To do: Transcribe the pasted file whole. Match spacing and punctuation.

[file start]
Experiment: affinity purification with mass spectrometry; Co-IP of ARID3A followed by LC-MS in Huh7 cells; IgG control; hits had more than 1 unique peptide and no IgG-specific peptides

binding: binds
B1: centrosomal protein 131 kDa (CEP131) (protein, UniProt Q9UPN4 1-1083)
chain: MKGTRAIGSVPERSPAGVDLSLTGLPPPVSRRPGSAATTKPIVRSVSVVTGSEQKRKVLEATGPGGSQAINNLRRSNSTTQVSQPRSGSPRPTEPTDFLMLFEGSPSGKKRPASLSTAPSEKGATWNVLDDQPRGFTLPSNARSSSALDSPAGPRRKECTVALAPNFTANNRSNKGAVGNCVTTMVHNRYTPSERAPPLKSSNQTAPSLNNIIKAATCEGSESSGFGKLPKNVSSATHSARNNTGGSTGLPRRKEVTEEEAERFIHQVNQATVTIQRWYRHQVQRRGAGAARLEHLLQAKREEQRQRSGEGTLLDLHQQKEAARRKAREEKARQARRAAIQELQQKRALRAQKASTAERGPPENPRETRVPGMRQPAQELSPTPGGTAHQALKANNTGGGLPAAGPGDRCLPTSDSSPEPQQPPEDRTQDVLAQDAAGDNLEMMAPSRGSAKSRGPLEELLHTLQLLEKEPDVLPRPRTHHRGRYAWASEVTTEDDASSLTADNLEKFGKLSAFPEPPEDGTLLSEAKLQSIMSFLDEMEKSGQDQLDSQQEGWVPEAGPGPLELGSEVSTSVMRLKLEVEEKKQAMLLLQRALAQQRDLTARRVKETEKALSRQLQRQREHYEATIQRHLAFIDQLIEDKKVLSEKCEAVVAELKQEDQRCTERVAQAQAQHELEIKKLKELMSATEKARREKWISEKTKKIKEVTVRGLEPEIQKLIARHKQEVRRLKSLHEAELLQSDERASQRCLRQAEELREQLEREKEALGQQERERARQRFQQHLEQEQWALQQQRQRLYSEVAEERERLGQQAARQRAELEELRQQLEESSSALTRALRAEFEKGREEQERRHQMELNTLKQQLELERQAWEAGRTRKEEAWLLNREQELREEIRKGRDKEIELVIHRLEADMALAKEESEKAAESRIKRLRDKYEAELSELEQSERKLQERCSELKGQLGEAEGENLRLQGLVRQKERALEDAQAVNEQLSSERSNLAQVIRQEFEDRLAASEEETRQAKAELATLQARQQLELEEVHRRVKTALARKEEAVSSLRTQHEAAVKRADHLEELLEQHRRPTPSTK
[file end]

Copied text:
Experiment: affinity purification with mass spectrometry; Co-IP of ARID3A followed by LC-MS in Huh7 cells; IgG control; hits had more than 1 unique peptide and no IgG-specific peptides

binding: binds
B1: centrosomal protein 131 kDa (CEP131) (protein, UniProt Q9UPN4 1-1083)
chain: MKGTRAIGSVPERSPAGVDLSLTGLPPPVSRRPGSAATTKPIVRSVSVVTGSEQKRKVLEATGPGGSQAINNLRRSNSTTQVSQPRSGSPRPTEPTDFLMLFEGSPSGKKRPASLSTAPSEKGATWNVLDDQPRGFTLPSNARSSSALDSPAGPRRKECTVALAPNFTANNRSNKGAVGNCVTTMVHNRYTPSERAPPLKSSNQTAPSLNNIIKAATCEGSESSGFGKLPKNVSSATHSARNNTGGSTGLPRRKEVTEEEAERFIHQVNQATVTIQRWYRHQVQRRGAGAARLEHLLQAKREEQRQRSGEGTLLDLHQQKEAARRKAREEKARQARRAAIQELQQKRALRAQKASTAERGPPENPRETRVPGMRQPAQELSPTPGGTAHQALKANNTGGGLPAAGPGDRCLPTSDSSPEPQQPPEDRTQDVLAQDAAGDNLEMMAPSRGSAKSRGPLEELLHTLQLLEKEPDVLPRPRTHHRGRYAWASEVTTEDDASSLTADNLEKFGKLSAFPEPPEDGTLLSEAKLQSIMSFLDEMEKSGQDQLDSQQEGWVPEAGPGPLELGSEVSTSVMRLKLEVEEKKQAMLLLQRALAQQRDLTARRVKETEKALSRQLQRQREHYEATIQRHLAFIDQLIEDKKVLSEKCEAVVAELKQEDQRCTERVAQAQAQHELEIKKLKELMSATEKARREKWISEKTKKIKEVTVRGLEPEIQKLIARHKQEVRRLKSLHEAELLQSDERASQRCLRQAEELREQLEREKEALGQQERERARQRFQQHLEQEQWALQQQRQRLYSEVAEERERLGQQAARQRAELEELRQQLEESSSALTRALRAEFEKGREEQERRHQMELNTLKQQLELERQAWEAGRTRKEEAWLLNREQELREEIRKGRDKEIELVIHRLEADMALAKEESEKAAESRIKRLRDKYEAELSELEQSERKLQERCSELKGQLGEAEGENLRLQGLVRQKERALEDAQAVNEQLSSERSNLAQVIRQEFEDRLAASEEETRQAKAELATLQARQQLELEEVHRRVKTALARKEEAVSSLRTQHEAAVKRADHLEELLEQHRRPTPSTK